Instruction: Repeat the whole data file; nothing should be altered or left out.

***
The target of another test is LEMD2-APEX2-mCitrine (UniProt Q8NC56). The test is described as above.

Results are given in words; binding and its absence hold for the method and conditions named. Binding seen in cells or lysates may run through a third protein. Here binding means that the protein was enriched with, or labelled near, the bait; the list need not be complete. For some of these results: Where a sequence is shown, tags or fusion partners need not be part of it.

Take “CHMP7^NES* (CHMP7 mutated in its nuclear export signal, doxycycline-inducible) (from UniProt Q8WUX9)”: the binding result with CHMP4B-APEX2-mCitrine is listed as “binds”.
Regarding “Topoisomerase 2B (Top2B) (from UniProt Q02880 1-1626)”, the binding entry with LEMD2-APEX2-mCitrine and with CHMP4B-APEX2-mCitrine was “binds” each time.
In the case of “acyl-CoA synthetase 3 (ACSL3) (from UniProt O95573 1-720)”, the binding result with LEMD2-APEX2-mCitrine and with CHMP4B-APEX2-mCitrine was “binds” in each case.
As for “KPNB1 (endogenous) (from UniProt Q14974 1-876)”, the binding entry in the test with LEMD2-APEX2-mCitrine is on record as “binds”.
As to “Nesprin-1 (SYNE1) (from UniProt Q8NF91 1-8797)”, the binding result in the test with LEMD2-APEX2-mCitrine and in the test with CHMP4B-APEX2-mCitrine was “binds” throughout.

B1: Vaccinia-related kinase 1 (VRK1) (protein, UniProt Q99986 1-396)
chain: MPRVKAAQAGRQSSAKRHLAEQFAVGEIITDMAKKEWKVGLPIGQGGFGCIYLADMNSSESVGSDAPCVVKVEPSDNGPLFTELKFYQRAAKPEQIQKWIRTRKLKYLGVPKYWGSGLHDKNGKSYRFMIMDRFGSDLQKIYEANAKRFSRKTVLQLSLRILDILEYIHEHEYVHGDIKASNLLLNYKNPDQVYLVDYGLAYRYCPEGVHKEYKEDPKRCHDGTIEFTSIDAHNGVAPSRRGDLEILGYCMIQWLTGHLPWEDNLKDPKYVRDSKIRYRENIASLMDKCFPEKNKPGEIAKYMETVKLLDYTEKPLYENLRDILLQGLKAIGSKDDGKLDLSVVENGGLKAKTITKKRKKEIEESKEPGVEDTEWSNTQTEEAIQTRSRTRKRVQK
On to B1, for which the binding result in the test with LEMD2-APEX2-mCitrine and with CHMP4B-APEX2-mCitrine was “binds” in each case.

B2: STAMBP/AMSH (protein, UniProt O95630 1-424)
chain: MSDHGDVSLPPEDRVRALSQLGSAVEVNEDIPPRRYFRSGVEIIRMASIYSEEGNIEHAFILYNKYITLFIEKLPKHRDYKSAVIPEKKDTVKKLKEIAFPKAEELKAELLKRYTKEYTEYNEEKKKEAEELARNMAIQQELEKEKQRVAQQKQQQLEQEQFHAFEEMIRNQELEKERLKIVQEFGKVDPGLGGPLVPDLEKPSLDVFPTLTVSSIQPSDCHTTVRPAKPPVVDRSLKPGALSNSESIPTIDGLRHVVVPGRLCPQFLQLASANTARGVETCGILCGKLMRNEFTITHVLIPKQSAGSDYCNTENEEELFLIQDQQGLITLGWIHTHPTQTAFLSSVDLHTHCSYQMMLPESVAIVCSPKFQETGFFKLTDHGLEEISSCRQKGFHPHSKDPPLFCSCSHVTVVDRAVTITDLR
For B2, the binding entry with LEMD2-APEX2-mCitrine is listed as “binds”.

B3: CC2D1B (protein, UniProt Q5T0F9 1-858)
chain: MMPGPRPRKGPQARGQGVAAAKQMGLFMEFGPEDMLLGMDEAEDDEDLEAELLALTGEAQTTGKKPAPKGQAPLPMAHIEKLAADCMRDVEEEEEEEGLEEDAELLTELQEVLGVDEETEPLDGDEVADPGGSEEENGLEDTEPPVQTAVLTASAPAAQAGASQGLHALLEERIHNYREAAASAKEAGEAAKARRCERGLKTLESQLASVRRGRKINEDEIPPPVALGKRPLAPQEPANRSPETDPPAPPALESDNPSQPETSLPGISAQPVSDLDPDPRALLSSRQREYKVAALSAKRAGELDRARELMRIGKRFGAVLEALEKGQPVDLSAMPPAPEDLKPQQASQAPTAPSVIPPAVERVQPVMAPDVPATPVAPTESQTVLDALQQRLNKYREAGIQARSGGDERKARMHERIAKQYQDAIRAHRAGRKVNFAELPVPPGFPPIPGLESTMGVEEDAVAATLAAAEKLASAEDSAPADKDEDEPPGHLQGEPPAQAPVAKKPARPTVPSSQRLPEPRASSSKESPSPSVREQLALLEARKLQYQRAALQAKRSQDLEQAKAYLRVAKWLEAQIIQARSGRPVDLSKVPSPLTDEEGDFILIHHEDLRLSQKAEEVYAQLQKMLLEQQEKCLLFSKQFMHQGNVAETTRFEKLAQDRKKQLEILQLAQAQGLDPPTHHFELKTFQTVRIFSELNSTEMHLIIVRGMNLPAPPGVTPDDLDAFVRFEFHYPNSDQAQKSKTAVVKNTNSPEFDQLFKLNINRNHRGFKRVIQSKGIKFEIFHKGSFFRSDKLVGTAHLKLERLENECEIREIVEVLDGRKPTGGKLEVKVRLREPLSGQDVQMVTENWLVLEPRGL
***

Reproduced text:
The target of another test is LEMD2-APEX2-mCitrine (UniProt Q8NC56). The test is described as above.

Results are given in words; binding and its absence hold for the method and conditions named. Binding seen in cells or lysates may run through a third protein. Here binding means that the protein was enriched with, or labelled near, the bait; the list need not be complete. For some of these results: Where a sequence is shown, tags or fusion partners need not be part of it.

Take “CHMP7^NES* (CHMP7 mutated in its nuclear export signal, doxycycline-inducible) (from UniProt Q8WUX9)”: the binding result with CHMP4B-APEX2-mCitrine is listed as “binds”.
Regarding “Topoisomerase 2B (Top2B) (from UniProt Q02880 1-1626)”, the binding entry with LEMD2-APEX2-mCitrine and with CHMP4B-APEX2-mCitrine was “binds” each time.
In the case of “acyl-CoA synthetase 3 (ACSL3) (from UniProt O95573 1-720)”, the binding result with LEMD2-APEX2-mCitrine and with CHMP4B-APEX2-mCitrine was “binds” in each case.
As for “KPNB1 (endogenous) (from UniProt Q14974 1-876)”, the binding entry in the test with LEMD2-APEX2-mCitrine is on record as “binds”.
As to “Nesprin-1 (SYNE1) (from UniProt Q8NF91 1-8797)”, the binding result in the test with LEMD2-APEX2-mCitrine and in the test with CHMP4B-APEX2-mCitrine was “binds” throughout.

B1: Vaccinia-related kinase 1 (VRK1) (protein, UniProt Q99986 1-396)
chain: MPRVKAAQAGRQSSAKRHLAEQFAVGEIITDMAKKEWKVGLPIGQGGFGCIYLADMNSSESVGSDAPCVVKVEPSDNGPLFTELKFYQRAAKPEQIQKWIRTRKLKYLGVPKYWGSGLHDKNGKSYRFMIMDRFGSDLQKIYEANAKRFSRKTVLQLSLRILDILEYIHEHEYVHGDIKASNLLLNYKNPDQVYLVDYGLAYRYCPEGVHKEYKEDPKRCHDGTIEFTSIDAHNGVAPSRRGDLEILGYCMIQWLTGHLPWEDNLKDPKYVRDSKIRYRENIASLMDKCFPEKNKPGEIAKYMETVKLLDYTEKPLYENLRDILLQGLKAIGSKDDGKLDLSVVENGGLKAKTITKKRKKEIEESKEPGVEDTEWSNTQTEEAIQTRSRTRKRVQK
On to B1, for which the binding result in the test with LEMD2-APEX2-mCitrine and with CHMP4B-APEX2-mCitrine was “binds” in each case.

B2: STAMBP/AMSH (protein, UniProt O95630 1-424)
chain: MSDHGDVSLPPEDRVRALSQLGSAVEVNEDIPPRRYFRSGVEIIRMASIYSEEGNIEHAFILYNKYITLFIEKLPKHRDYKSAVIPEKKDTVKKLKEIAFPKAEELKAELLKRYTKEYTEYNEEKKKEAEELARNMAIQQELEKEKQRVAQQKQQQLEQEQFHAFEEMIRNQELEKERLKIVQEFGKVDPGLGGPLVPDLEKPSLDVFPTLTVSSIQPSDCHTTVRPAKPPVVDRSLKPGALSNSESIPTIDGLRHVVVPGRLCPQFLQLASANTARGVETCGILCGKLMRNEFTITHVLIPKQSAGSDYCNTENEEELFLIQDQQGLITLGWIHTHPTQTAFLSSVDLHTHCSYQMMLPESVAIVCSPKFQETGFFKLTDHGLEEISSCRQKGFHPHSKDPPLFCSCSHVTVVDRAVTITDLR
For B2, the binding entry with LEMD2-APEX2-mCitrine is listed as “binds”.

B3: CC2D1B (protein, UniProt Q5T0F9 1-858)
chain: MMPGPRPRKGPQARGQGVAAAKQMGLFMEFGPEDMLLGMDEAEDDEDLEAELLALTGEAQTTGKKPAPKGQAPLPMAHIEKLAADCMRDVEEEEEEEGLEEDAELLTELQEVLGVDEETEPLDGDEVADPGGSEEENGLEDTEPPVQTAVLTASAPAAQAGASQGLHALLEERIHNYREAAASAKEAGEAAKARRCERGLKTLESQLASVRRGRKINEDEIPPPVALGKRPLAPQEPANRSPETDPPAPPALESDNPSQPETSLPGISAQPVSDLDPDPRALLSSRQREYKVAALSAKRAGELDRARELMRIGKRFGAVLEALEKGQPVDLSAMPPAPEDLKPQQASQAPTAPSVIPPAVERVQPVMAPDVPATPVAPTESQTVLDALQQRLNKYREAGIQARSGGDERKARMHERIAKQYQDAIRAHRAGRKVNFAELPVPPGFPPIPGLESTMGVEEDAVAATLAAAEKLASAEDSAPADKDEDEPPGHLQGEPPAQAPVAKKPARPTVPSSQRLPEPRASSSKESPSPSVREQLALLEARKLQYQRAALQAKRSQDLEQAKAYLRVAKWLEAQIIQARSGRPVDLSKVPSPLTDEEGDFILIHHEDLRLSQKAEEVYAQLQKMLLEQQEKCLLFSKQFMHQGNVAETTRFEKLAQDRKKQLEILQLAQAQGLDPPTHHFELKTFQTVRIFSELNSTEMHLIIVRGMNLPAPPGVTPDDLDAFVRFEFHYPNSDQAQKSKTAVVKNTNSPEFDQLFKLNINRNHRGFKRVIQSKGIKFEIFHKGSFFRSDKLVGTAHLKLERLENECEIREIVEVLDGRKPTGGKLEVKVRLREPLSGQDVQMVTENWLVLEPRGL